(I'd still be open to arguments that they are not participants.)

Thanks Bird-name is to be interpreted any which way you like, but was designed to evoke that kind of mystery.

I may be getting too literal here, but my understanding is that you count those with an account balance as of the first day of the plan year for which you are filing. So this number can reflect terminated employees, deceased individuals, alternate payees, beneficiaries, in addition to the active employees with account balances...so long as you have an account balance, you are counted. So, sure-I think you or I can argue that based on the plan doc definition of participant, if you cease to be eligible to participate in the plan, you are not a participant. But for the purpose of Form 5500, even if you have ceased to be eligible to participate in the plan, but you have an account balance as of the first day of the plan year, you are counted for purposes of determining whether an IQPA is needed for the filing. Please correct me if I am wrong....I never reviewed 5500s when I was in-house, the only time I touched them was for gathering info needed for submitting plan restatements.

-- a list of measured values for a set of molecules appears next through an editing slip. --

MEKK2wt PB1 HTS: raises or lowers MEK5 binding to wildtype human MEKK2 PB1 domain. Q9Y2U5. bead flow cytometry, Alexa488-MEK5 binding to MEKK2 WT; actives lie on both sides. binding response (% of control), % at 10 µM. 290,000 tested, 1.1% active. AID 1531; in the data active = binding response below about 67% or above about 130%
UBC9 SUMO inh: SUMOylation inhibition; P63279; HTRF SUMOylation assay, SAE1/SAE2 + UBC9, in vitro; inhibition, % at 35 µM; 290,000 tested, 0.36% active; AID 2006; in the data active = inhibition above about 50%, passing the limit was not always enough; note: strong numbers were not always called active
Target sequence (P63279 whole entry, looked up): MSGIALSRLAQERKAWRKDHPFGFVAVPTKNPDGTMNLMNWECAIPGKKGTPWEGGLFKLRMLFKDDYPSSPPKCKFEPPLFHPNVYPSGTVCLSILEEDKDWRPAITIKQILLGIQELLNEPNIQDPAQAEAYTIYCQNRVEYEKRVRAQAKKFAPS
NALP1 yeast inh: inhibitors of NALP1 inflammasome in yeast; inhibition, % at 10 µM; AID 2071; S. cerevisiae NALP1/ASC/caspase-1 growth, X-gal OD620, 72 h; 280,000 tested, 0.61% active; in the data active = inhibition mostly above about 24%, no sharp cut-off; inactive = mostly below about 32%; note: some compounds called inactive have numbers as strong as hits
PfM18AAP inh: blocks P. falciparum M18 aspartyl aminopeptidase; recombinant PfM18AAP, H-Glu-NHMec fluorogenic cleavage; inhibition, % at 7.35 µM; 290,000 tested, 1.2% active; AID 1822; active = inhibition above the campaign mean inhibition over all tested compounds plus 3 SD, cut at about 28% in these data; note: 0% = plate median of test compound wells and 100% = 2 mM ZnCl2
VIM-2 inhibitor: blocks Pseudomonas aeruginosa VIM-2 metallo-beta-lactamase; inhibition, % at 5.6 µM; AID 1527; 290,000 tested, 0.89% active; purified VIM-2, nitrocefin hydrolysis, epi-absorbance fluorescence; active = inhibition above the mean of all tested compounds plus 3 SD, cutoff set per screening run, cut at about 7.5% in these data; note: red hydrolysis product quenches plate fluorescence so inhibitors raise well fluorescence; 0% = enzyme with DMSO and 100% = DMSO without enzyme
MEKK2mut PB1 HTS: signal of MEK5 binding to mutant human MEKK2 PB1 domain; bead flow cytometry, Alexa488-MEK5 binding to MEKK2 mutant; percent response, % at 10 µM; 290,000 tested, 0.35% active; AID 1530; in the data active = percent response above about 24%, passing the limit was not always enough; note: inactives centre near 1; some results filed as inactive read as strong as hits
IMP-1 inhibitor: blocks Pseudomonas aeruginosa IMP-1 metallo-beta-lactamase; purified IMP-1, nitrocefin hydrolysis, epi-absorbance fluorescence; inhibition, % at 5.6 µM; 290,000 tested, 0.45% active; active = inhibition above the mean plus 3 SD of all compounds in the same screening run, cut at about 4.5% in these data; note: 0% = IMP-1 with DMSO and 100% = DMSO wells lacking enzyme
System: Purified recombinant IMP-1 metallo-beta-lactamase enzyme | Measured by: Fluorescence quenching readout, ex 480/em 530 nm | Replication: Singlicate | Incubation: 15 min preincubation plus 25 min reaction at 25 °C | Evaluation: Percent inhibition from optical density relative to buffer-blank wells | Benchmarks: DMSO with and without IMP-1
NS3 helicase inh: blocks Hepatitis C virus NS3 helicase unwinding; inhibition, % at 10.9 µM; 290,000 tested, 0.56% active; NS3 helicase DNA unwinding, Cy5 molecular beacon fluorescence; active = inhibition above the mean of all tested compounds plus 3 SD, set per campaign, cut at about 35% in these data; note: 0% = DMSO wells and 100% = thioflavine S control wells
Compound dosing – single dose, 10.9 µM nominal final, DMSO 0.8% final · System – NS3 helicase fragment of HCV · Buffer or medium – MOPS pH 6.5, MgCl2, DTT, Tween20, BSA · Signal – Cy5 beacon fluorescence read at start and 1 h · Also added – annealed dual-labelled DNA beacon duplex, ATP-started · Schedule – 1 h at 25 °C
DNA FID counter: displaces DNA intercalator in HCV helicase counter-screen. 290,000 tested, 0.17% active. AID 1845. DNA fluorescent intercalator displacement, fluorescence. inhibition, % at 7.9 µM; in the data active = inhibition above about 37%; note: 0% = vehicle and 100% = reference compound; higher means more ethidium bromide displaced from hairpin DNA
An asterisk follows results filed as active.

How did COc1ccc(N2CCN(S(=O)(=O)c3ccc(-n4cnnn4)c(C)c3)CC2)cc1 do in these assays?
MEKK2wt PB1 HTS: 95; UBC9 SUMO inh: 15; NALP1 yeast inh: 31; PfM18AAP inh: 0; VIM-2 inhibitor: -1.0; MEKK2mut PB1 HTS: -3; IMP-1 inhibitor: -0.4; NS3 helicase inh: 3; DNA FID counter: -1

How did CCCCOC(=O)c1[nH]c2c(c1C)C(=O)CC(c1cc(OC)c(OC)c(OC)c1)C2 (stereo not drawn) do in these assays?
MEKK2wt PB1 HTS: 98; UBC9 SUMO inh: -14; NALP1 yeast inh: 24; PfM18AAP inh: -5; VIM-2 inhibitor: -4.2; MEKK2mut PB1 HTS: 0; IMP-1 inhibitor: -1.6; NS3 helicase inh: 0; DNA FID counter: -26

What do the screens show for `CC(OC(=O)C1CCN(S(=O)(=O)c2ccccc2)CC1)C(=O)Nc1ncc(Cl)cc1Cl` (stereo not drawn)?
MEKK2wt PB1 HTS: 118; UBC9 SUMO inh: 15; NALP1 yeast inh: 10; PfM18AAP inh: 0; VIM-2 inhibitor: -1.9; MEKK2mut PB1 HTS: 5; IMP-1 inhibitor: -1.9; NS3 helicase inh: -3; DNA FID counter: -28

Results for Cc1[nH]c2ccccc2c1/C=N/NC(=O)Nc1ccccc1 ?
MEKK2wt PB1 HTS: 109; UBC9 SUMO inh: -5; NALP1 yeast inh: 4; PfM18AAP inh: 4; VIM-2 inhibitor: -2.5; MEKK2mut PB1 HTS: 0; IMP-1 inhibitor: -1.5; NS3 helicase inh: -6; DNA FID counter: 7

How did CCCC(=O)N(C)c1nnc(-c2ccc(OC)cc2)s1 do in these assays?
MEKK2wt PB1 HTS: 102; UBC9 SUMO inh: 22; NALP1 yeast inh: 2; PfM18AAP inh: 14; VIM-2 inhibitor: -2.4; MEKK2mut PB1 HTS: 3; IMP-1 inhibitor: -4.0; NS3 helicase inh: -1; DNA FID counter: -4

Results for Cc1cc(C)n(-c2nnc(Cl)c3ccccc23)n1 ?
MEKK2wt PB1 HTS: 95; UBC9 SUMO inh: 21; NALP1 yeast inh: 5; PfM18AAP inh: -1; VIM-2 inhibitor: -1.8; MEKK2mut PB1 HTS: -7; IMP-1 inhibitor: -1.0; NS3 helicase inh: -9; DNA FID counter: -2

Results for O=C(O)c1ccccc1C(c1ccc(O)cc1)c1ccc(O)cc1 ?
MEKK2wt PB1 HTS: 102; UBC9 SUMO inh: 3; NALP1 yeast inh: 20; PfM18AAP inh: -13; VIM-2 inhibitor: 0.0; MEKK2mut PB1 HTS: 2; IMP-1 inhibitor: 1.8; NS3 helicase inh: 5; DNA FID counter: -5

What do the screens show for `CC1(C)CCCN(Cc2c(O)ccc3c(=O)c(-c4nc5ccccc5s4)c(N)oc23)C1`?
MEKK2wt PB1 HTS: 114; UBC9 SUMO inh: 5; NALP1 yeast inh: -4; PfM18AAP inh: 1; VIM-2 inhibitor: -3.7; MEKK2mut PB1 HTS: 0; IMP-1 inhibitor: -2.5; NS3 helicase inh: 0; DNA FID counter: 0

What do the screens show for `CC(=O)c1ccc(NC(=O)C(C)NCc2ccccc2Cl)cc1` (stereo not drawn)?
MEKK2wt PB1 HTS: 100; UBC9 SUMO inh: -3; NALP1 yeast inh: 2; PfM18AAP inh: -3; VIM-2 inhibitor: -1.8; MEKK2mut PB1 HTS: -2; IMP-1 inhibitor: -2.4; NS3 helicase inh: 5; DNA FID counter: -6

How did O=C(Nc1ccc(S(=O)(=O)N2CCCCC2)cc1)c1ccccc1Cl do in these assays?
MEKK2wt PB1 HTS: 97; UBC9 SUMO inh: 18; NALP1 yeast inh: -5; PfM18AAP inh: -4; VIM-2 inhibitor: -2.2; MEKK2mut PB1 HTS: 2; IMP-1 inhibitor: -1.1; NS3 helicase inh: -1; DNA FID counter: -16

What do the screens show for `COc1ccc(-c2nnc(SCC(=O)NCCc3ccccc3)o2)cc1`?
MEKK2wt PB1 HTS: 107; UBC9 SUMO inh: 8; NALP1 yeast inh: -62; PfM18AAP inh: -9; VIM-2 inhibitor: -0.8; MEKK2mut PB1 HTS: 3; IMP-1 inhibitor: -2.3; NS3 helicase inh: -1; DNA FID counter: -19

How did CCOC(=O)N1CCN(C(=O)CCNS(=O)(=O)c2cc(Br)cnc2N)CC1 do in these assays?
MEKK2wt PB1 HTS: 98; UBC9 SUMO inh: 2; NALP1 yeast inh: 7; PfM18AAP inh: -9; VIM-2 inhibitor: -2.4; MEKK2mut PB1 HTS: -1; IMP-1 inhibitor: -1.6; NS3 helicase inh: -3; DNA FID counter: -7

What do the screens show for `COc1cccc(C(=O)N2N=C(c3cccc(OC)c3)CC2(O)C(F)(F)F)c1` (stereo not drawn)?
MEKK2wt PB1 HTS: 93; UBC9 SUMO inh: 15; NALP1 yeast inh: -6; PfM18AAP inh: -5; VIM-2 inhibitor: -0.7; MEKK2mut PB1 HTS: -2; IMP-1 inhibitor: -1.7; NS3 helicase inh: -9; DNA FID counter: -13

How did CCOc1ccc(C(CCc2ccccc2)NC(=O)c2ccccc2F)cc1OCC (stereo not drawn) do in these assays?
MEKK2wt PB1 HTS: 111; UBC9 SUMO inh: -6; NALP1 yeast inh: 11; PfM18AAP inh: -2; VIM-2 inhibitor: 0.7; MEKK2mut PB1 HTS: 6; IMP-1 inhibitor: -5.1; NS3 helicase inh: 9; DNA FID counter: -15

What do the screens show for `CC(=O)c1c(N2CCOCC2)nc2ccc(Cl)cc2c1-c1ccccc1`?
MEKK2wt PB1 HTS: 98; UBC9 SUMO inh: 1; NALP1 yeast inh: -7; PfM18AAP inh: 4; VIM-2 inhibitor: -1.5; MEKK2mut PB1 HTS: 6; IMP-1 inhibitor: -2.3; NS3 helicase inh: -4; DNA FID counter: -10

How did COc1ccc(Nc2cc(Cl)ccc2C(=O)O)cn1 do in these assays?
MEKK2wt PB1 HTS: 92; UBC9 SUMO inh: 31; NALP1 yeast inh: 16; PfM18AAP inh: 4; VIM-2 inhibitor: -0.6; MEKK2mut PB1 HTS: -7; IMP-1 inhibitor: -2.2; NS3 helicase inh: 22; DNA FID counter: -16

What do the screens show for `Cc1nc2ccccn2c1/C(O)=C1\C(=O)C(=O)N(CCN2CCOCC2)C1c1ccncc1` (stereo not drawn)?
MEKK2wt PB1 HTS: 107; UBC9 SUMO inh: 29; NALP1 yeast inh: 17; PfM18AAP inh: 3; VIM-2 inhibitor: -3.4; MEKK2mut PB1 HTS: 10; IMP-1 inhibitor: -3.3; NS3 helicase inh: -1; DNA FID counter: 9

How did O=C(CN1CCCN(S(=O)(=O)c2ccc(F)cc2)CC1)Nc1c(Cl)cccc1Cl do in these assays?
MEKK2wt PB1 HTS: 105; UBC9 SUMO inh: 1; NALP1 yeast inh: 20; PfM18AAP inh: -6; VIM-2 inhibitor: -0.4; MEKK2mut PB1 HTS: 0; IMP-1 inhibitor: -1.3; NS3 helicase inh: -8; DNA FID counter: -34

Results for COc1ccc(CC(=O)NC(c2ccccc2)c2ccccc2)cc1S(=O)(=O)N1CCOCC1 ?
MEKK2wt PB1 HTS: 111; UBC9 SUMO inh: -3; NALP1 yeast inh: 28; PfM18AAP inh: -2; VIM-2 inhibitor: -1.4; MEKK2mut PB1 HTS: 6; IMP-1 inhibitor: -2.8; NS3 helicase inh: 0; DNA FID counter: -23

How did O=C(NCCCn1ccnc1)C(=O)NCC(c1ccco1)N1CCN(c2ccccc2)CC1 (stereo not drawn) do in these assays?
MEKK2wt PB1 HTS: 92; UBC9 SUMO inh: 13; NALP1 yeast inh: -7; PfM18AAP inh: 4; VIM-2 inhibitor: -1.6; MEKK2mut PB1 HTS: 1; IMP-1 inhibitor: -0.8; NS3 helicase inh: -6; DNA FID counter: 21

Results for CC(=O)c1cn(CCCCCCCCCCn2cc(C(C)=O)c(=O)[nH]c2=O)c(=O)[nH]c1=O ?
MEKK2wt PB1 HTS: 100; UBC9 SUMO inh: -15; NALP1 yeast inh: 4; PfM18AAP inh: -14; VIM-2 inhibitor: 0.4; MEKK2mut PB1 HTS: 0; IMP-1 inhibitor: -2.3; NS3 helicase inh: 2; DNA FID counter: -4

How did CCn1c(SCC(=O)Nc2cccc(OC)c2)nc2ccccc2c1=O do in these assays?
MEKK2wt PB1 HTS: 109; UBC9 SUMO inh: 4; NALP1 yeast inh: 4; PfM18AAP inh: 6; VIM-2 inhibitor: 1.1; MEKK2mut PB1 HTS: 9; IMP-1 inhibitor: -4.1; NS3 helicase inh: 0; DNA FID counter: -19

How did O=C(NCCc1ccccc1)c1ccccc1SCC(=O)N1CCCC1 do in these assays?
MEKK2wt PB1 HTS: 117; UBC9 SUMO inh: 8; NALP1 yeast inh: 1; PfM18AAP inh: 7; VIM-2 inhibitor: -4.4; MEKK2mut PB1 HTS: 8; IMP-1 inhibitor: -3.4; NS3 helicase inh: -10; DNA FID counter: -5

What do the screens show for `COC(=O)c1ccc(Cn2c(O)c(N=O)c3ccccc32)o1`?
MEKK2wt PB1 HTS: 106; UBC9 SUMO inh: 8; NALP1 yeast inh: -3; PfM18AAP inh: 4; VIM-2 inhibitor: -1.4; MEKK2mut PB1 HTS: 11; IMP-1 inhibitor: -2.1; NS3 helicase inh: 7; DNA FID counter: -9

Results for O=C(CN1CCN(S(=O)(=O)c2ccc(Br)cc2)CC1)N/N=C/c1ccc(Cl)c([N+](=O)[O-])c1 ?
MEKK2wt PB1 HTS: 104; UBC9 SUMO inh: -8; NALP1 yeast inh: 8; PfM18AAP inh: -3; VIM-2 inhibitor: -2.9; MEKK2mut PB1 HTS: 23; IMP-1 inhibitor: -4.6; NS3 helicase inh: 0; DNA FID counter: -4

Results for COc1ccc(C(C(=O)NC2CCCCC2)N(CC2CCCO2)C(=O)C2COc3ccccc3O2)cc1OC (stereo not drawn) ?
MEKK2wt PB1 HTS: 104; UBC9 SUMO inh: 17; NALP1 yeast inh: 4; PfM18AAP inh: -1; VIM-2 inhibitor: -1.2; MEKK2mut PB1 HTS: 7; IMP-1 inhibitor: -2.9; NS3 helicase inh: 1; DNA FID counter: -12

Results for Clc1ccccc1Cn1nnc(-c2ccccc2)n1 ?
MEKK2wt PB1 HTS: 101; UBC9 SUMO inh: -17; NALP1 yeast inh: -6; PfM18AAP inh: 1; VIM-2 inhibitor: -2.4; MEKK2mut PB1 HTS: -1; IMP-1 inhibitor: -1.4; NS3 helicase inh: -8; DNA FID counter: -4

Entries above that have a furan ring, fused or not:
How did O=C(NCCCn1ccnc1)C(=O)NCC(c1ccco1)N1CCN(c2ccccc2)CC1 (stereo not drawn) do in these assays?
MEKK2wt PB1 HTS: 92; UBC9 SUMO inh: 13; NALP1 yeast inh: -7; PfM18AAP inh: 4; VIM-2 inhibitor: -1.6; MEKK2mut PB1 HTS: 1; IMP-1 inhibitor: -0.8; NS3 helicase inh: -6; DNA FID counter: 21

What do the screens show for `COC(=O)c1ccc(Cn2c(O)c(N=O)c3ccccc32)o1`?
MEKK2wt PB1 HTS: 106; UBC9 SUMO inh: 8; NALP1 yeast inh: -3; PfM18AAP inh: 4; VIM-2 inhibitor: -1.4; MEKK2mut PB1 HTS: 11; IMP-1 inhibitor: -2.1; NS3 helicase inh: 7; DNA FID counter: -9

#4 ESOP Guy

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Posted 24 February 2012 - 03:34 PM

While I understand this is a frozen plan I would point out the directions to the 5500 defines participant as follows:

The description of ‘‘participant’’ in the instructions below is
only for purposes of these lines.

An individual becomes a participant covered under an
employee welfare benefit plan on the earliest of:

the date designated by the plan as the date on which the
individual begins participation in the plan;

the date on which the individual becomes eligible under
the plan for a benefit subject only to occurrence of the
contingency for which the benefit is provided; or

the date on which the individual makes a contribution to
the plan, whether voluntary or mandatory.

While normally in a frozen plan that would only mean people who have a balance. However, in this case haven’t they met the conditions of 2nd point above? Aren’t they “eligible under the plan for a benefit” regardless if it has been funded correctly or not?

In a non-frozen plan someone who got a PS allocation on 12/31/2010 even if not funded until 7/31/2011 would still be a participant on 1/1/2011-- as an example of someone without a balance who counts.

#5 Beneflaw

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Posted 24 February 2012 - 03:52 PM

Thanks ESOP guy, that is logic that I can use to back up my conservative view that we would have to count them. What year's instructions did you pull these from?

Thank you both, again.

#6 ESOP Guy

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Posted 24 February 2012 - 05:11 PM

I used the 2011 page 16 although I checked and 2010 seems to be the same.

http://www.dol.gov/ebsa/5500main.html